Fitness Minutes: (2,287)
6 3/12/13 11:44 A
I struggle with this same issue. Last night, two bowls of my son's Cocoa Krispies at 10:00!!AAAKK!! Reading through these posts made me realize that I usually do this on days that I have been fairly sedentary, and days that I haven't had enough water to drink.
I need to LEAVE the kitchen after supper. Other times, I drink a big glass of water. Sometimes just going to brush my teeth helps me to remember that I'm done eating for the day.
I understand what you are going through. Can you get rid of the foods that tempt you to eat at night? if it isnt in the house you can eat it. I had to do that so Id stop at night too. It is very hard at first but trust me, it does get easier. Please, do NOT give up! your already doing great
Fitness Minutes: (900)
28 3/11/13 3:06 P
I have made my nutrition tracker available for you to review. I typically do not eat breakfast. This is fine according to my nutritionist. She is happy that I eat 2 solid meals a day and 2-3 snacks. I have noticed that I am not eating enough fiber. This is something I will try to work on, in addition to watching my carbs, calories, and sugars. The days I consumed the greatest amount of carbs/calories seem to be days I have a panic attack. I am currently on meds to alleviate these attacks. Any advice you can offer would be greatly appreciated. Thanks.
Fitness Minutes: (213,750)
20,966 3/11/13 11:47 A
What are you eating during the day ? Are you eating a filling breakfast and lunch ? Many members say they do their best to eat right during the day, but at night they get cravings. What I find when I look at their food diary is that they are eating too few calories during the day and no snacks. Are you eating healthy snacks like fresh fruit or nuts ? It is okay to have snacks. An afternoon snack helps keep a person from overeating at night.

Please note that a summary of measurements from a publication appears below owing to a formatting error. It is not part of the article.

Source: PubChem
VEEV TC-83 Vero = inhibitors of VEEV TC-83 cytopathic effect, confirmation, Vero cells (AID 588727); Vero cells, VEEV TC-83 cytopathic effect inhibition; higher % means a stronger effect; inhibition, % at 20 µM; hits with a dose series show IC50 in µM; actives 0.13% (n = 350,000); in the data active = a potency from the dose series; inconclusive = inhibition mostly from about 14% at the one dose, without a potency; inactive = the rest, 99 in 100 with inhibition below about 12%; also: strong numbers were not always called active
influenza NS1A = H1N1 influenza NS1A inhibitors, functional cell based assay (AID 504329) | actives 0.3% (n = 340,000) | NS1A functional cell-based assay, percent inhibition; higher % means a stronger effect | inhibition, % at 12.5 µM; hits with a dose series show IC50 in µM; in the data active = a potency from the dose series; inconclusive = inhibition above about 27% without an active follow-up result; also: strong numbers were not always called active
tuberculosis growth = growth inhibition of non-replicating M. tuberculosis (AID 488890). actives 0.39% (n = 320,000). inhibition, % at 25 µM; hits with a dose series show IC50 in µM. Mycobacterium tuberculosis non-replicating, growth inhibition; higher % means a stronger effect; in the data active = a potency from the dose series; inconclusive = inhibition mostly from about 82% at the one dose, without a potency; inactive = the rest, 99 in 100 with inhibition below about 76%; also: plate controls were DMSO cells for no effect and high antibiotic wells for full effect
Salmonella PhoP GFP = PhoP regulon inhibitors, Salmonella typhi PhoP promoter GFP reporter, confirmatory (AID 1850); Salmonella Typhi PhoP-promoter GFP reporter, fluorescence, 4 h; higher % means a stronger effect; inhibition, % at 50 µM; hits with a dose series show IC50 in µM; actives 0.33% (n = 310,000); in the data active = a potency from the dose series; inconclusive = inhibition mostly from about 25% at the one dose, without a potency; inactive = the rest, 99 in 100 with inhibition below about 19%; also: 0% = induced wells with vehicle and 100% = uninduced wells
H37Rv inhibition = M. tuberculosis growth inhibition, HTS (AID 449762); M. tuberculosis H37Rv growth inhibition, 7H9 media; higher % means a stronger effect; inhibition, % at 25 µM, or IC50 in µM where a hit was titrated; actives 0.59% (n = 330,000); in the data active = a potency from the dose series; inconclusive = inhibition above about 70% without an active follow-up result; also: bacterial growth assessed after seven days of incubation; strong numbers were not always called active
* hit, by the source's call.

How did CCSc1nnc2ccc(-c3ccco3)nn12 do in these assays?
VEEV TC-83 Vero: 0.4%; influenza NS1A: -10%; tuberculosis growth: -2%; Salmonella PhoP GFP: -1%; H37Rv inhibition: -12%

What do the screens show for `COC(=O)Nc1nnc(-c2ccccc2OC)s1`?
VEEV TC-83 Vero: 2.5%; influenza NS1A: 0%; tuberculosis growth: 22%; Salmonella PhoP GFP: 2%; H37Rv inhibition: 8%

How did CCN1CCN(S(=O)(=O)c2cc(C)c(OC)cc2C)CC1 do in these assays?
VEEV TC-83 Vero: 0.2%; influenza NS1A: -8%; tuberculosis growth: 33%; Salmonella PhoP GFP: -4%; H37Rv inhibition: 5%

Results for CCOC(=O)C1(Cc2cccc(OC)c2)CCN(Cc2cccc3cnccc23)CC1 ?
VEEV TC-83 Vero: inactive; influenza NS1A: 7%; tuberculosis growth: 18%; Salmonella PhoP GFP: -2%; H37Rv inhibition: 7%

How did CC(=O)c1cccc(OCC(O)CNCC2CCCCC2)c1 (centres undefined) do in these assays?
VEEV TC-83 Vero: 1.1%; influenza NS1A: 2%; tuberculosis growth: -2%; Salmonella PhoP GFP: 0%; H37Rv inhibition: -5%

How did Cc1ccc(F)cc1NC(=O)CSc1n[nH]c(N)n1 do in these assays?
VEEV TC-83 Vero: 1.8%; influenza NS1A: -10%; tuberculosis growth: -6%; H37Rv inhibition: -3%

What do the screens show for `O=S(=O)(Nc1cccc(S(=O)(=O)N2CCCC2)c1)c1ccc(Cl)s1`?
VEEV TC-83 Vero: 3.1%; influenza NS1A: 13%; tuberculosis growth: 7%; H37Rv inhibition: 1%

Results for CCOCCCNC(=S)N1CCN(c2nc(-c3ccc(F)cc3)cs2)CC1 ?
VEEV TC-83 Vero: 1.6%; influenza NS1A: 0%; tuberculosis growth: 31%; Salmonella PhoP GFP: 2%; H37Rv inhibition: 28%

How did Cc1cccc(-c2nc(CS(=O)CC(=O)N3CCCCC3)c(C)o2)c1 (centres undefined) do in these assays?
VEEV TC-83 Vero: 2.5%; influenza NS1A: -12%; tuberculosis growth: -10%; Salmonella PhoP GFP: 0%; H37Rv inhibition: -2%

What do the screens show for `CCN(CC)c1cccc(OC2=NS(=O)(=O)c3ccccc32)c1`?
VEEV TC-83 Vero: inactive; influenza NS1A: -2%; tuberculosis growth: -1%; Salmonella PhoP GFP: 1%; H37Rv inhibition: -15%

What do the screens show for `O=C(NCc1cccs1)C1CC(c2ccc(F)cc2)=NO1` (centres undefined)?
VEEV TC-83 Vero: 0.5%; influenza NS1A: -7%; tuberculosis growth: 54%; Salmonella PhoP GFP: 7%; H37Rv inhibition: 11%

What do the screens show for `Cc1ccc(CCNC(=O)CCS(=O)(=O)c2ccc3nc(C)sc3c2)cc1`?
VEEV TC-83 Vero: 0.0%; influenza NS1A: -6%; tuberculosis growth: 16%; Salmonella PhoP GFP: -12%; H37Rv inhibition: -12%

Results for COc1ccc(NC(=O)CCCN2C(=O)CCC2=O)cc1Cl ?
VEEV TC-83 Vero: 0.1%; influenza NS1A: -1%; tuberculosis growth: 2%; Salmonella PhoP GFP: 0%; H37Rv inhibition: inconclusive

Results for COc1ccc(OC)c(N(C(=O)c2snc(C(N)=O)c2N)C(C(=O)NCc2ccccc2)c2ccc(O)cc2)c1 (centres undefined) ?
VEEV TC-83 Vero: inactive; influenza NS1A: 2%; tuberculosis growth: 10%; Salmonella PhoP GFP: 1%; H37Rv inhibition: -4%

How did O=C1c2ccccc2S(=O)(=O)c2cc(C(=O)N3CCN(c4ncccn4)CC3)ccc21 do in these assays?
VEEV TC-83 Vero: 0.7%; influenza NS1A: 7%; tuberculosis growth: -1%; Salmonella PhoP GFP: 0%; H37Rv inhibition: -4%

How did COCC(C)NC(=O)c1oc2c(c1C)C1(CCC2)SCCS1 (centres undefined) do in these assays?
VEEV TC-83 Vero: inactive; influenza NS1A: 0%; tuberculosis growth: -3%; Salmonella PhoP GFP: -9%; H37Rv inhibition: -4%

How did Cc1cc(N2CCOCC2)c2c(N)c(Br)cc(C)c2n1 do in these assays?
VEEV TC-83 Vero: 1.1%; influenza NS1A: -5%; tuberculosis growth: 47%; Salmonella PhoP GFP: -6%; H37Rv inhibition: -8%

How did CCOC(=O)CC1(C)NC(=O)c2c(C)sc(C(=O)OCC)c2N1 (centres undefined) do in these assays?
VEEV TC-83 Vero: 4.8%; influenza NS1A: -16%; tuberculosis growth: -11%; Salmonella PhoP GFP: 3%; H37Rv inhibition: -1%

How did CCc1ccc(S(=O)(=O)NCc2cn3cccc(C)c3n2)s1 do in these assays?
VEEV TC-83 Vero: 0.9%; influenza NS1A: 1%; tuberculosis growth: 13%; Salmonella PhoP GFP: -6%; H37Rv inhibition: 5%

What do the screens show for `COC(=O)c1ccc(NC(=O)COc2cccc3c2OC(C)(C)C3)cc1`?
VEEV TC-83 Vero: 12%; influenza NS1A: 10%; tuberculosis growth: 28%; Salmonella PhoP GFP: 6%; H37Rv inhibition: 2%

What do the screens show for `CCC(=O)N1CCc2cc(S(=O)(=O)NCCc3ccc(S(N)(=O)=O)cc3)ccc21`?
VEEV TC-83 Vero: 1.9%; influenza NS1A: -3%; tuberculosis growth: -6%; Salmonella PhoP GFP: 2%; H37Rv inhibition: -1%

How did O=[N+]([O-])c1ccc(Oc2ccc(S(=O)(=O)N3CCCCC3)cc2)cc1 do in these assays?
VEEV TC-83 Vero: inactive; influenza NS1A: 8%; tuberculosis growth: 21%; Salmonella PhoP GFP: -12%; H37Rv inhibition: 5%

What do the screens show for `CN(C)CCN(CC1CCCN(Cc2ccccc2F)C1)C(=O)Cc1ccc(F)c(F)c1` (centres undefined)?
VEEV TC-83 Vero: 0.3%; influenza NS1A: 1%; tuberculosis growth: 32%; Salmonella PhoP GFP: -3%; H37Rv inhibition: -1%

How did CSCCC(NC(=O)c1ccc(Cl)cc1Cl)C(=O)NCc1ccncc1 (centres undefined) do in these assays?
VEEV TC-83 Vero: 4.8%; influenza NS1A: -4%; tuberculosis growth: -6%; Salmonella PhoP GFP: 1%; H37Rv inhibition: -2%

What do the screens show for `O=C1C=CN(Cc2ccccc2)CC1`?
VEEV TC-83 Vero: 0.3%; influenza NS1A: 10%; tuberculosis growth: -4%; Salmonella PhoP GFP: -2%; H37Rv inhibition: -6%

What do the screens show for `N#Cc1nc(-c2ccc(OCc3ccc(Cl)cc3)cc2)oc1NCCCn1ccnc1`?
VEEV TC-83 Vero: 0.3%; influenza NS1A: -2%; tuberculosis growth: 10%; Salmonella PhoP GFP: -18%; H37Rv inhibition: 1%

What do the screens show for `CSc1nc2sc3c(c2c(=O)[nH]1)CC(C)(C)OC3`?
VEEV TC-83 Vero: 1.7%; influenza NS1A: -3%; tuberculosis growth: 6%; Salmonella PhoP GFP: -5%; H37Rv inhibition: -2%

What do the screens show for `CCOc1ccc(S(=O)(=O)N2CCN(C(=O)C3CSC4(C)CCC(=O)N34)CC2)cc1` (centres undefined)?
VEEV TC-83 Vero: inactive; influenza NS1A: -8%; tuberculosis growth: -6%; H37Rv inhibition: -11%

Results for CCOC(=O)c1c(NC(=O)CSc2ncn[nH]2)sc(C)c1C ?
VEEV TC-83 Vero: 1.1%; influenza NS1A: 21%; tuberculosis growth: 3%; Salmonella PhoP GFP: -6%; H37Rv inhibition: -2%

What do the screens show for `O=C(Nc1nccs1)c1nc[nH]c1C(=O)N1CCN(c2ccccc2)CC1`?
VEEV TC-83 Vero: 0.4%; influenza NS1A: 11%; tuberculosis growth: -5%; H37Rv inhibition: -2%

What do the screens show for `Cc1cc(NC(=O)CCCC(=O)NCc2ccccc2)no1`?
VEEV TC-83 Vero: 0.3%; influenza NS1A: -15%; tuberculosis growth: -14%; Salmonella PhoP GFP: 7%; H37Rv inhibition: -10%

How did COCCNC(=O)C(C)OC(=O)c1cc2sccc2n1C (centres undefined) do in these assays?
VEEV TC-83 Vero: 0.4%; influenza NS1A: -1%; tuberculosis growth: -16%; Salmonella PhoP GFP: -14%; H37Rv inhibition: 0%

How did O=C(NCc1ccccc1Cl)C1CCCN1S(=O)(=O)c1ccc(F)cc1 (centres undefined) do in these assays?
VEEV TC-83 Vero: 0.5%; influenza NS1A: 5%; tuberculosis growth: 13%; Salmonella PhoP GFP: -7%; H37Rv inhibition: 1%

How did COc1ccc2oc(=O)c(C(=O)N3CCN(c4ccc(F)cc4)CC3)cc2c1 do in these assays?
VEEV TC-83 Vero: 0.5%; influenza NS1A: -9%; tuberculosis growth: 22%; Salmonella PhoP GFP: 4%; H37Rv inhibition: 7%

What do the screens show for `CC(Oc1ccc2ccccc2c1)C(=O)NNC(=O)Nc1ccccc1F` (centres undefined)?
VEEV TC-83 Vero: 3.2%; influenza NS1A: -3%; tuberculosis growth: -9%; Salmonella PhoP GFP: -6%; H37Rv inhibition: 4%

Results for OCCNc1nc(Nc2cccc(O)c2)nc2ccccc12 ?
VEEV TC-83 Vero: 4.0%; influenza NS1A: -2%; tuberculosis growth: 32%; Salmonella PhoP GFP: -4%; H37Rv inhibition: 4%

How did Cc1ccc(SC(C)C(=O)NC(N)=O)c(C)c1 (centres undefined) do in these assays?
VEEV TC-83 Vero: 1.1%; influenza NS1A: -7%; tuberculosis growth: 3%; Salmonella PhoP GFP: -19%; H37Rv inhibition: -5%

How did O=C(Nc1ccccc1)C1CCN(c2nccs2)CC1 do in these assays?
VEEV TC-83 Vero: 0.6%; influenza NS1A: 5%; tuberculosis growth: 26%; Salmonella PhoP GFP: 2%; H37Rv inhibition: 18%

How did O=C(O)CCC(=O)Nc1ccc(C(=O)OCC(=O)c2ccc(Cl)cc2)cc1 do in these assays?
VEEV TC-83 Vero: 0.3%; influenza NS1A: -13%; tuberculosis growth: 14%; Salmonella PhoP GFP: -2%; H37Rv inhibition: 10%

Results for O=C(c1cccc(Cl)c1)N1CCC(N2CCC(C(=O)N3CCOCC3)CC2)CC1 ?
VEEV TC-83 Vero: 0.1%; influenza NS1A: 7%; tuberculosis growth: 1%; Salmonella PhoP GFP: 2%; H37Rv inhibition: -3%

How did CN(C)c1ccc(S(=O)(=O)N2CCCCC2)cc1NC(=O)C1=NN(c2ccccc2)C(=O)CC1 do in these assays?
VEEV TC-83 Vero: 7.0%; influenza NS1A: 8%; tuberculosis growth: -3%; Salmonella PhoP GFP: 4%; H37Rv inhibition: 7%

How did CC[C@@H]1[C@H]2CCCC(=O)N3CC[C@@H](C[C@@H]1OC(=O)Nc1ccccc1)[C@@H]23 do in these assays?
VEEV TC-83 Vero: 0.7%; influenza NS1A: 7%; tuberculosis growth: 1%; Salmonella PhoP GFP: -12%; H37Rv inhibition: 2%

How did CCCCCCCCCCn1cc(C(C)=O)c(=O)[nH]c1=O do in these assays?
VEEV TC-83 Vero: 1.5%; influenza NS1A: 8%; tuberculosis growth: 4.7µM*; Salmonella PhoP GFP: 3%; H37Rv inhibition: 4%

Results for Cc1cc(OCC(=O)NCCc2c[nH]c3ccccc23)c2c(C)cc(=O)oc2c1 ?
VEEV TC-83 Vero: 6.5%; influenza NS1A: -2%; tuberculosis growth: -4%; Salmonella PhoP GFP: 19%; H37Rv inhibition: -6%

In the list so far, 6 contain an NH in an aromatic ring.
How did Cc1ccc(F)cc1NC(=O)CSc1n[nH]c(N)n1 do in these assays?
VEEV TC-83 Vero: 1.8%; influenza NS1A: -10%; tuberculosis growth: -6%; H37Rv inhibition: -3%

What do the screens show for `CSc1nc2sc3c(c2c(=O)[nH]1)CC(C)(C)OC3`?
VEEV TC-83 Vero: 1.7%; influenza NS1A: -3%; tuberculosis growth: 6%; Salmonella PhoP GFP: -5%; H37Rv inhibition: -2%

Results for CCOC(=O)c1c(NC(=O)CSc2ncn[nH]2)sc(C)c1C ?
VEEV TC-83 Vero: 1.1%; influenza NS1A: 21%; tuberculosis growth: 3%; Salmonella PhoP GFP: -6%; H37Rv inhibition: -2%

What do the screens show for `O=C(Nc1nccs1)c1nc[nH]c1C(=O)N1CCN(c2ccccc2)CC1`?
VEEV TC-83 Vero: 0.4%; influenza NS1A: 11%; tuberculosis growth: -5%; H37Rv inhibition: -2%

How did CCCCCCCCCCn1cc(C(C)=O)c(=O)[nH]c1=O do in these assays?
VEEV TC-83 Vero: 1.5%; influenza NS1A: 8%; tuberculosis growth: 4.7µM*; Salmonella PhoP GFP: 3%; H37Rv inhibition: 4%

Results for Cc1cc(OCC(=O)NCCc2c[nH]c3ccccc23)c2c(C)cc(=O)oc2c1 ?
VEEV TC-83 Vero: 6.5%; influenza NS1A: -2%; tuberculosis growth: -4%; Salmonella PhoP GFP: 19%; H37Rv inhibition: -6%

Also, are you eating enough foods that are high in fiber ? I've noticed that most Americans don't eat enough fiber. Well, eating foods that are high in fiber help keep a person full for longer. That's because it takes the body longer to digest fiber. Which in turn helps to keep a person's blood sugar levels stable. Studies have shown that the spiking and crashing of blood sugar can cause cravings.
Would you mind telling us what a typical breakfast would be for you ? How about lunch ?
the more you can tell us about what you've been eating during the day, the better we can help answer your question. Because I've found many evening cravings can be traced back to what that person was eating in the morning.
And well, if you are under unusual stress, then you need to find better ways to reduce your stress. I'm a firm believer that stress is a neglected aspect of weight gain. If a person could reduce their stress, they'd automatically reduce their waistline. So, if you find yourself stressed out and want to lunge for the frig, consider having a cup of tea instead. You could even take an early evening walk. Walking is another great way to reduce stress.